Having summoned Mr Chief Justice Howard to attend here with the other Judges to advise with me concerning the legality extent and effect of the past proceedings against the Insurgents and the further measures that it might be lawful and expedient to take with them I received from him an irresolute and indefinite answer whereupon I thought it my duty to enjoin his attendance indispensibly at the time I had appointed for the other Judges and the Attorney General in consequence of which he complied after politely remonstrating “that in his Character of Chief Justice and in the Office and character of a Judge he did not hold himself subject to the direction of any person whatsoever the law alone being his rule, that his office is judicial not ministerial and that he cannot regularly be called upon to advice or give an opinion extrajudicially upon any business.” I humbly apprehend My Lord that Mr Howard is perfectly right with respect to the independance of his office if he would confine it to proceedings in his Court with which I am sensible no authority can rightfully interfere but he since explains himself more fully “that he is not bound to give an opinion upon any matter of Law off the Judgment Seat” which I confess appears to me an Independance not warranted as Mr Howard asserts it is by the British Laws and constitution as it would seem to deprive His Majesty or any of His Delegates of the aid of the greatest Sages of the Law in Matters of all others the most important and nice nevertheless I can well conceive there may be points before a Judge in his Court unfit for him to decide upon extrajudicially; in the present case My Lord I apprehend Mr Howard feels his official dignity here at least as much as its independance invaded by my preemptory injunction of his attendance at this place which happens however to be in the exact line of his duty the question therefore between us My Lord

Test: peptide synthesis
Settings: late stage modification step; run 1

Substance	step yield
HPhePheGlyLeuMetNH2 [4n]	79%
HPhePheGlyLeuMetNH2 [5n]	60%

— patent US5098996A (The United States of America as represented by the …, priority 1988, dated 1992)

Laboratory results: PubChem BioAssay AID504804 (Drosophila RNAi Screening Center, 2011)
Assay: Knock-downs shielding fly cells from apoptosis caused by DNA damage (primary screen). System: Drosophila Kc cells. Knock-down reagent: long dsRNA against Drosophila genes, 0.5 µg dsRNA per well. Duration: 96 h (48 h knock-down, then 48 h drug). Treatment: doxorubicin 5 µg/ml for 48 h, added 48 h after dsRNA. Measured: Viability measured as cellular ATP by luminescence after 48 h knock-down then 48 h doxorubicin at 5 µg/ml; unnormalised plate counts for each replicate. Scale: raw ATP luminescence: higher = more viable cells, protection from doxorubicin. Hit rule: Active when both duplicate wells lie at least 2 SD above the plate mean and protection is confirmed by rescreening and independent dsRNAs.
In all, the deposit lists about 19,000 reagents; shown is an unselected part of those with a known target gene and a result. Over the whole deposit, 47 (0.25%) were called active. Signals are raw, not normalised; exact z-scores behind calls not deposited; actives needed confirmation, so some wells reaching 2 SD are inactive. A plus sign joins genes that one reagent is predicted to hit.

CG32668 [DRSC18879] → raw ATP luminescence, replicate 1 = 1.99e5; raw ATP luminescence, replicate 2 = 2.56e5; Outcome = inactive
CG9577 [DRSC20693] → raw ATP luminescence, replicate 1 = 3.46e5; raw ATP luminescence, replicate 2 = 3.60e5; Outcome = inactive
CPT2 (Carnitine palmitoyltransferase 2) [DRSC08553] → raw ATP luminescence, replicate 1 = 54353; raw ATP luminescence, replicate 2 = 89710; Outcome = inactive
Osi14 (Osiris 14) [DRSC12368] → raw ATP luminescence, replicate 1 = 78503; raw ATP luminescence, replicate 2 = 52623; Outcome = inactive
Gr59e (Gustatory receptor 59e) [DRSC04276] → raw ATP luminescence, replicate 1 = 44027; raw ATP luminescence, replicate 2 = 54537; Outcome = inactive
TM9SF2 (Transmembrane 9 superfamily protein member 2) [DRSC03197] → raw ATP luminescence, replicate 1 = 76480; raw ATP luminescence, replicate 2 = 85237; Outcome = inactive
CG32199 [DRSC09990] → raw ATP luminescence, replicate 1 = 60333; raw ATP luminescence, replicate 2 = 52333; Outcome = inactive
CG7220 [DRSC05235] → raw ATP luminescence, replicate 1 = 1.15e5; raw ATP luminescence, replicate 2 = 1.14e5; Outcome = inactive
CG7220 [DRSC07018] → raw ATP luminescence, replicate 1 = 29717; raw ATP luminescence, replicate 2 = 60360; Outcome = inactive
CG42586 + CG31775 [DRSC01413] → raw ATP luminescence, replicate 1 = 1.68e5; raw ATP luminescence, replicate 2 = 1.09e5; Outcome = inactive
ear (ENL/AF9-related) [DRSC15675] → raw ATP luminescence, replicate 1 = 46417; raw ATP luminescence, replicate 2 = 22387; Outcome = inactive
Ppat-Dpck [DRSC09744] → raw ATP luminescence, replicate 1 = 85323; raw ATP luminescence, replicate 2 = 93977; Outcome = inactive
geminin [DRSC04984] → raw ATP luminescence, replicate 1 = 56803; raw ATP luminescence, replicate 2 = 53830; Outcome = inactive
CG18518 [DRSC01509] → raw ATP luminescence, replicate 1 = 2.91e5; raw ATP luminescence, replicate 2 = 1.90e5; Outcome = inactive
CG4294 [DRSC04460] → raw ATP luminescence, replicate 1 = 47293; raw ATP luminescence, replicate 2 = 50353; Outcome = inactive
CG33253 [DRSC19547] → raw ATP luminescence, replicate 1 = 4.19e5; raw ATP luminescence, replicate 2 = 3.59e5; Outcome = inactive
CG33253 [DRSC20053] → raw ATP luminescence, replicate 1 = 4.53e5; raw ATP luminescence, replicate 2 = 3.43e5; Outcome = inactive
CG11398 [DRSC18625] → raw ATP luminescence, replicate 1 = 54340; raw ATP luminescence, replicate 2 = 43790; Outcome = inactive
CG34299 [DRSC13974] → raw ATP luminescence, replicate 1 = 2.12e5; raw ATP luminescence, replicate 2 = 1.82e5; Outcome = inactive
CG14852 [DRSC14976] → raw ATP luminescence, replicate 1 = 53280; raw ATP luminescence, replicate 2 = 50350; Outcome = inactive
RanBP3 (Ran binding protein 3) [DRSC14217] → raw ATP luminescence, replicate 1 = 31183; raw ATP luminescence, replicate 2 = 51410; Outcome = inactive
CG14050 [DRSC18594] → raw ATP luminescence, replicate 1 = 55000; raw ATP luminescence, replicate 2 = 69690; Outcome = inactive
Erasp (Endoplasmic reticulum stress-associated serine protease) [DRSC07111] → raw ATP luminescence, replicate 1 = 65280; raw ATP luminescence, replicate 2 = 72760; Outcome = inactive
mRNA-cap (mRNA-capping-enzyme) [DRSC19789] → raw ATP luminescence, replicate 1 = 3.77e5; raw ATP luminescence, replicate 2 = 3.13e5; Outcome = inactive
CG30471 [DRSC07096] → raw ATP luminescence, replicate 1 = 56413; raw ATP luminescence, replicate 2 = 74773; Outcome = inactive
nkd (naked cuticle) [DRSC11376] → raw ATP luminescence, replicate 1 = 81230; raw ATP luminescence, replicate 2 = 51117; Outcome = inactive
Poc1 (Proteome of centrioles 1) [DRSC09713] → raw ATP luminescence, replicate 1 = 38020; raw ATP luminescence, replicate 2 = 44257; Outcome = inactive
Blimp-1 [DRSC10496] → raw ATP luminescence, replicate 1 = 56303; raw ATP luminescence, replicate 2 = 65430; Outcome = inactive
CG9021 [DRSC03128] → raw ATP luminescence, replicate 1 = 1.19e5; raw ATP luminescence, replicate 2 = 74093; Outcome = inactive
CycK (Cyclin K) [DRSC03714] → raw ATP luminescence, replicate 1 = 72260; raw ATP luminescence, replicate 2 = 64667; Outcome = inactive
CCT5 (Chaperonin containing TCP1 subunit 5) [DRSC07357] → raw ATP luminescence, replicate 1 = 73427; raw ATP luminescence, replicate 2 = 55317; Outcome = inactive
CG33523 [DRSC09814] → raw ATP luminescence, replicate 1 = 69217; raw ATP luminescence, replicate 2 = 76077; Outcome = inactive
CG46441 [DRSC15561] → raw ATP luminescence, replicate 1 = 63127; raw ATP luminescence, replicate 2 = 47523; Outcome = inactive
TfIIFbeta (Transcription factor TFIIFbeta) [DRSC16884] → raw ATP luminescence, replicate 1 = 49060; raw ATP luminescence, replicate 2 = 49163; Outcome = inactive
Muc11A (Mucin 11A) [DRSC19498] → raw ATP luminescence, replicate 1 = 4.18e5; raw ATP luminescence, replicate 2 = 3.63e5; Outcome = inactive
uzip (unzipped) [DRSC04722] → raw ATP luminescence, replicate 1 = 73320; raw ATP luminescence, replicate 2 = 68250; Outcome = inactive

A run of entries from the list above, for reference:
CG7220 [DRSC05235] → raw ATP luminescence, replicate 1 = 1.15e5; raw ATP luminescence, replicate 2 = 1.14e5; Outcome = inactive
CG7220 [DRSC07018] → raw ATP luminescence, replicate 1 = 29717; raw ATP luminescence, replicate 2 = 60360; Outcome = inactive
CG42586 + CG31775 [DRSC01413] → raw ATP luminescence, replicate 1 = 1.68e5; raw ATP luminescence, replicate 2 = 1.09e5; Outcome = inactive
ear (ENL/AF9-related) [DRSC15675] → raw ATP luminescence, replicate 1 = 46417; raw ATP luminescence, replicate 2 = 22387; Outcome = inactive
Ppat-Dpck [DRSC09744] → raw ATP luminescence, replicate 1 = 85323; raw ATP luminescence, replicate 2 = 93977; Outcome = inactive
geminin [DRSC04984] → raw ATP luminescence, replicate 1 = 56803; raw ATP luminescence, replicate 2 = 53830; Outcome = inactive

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I am desirous to submit to your Lordship's consideration I resolve into this vizt whether I may call upon the Chief Justice for advice or opinion in any matter of difficulty in law in virtue of the power I derive from His Majesty or not? I think it My Lord of no little consequence that this point should be clearly understood not only as I am equally unwilling to usurp an undue power as to make concession of a right of office improperly and more especially of so great moment as this appears to be, but that I may know precisely what helps I may expect in the discharge of my duty to the King. The Chief Justice confines me in matters of law to the Counsel of the Attorney General of which by various accidents I may be often deprived but I shall implicitly submit to your Lordship's arbitrament to which I have apprized Mr Howard I should refer this matter that I would not suffer to become matter of dispute between us.

I have the honor to be &c
JO. MARTIN.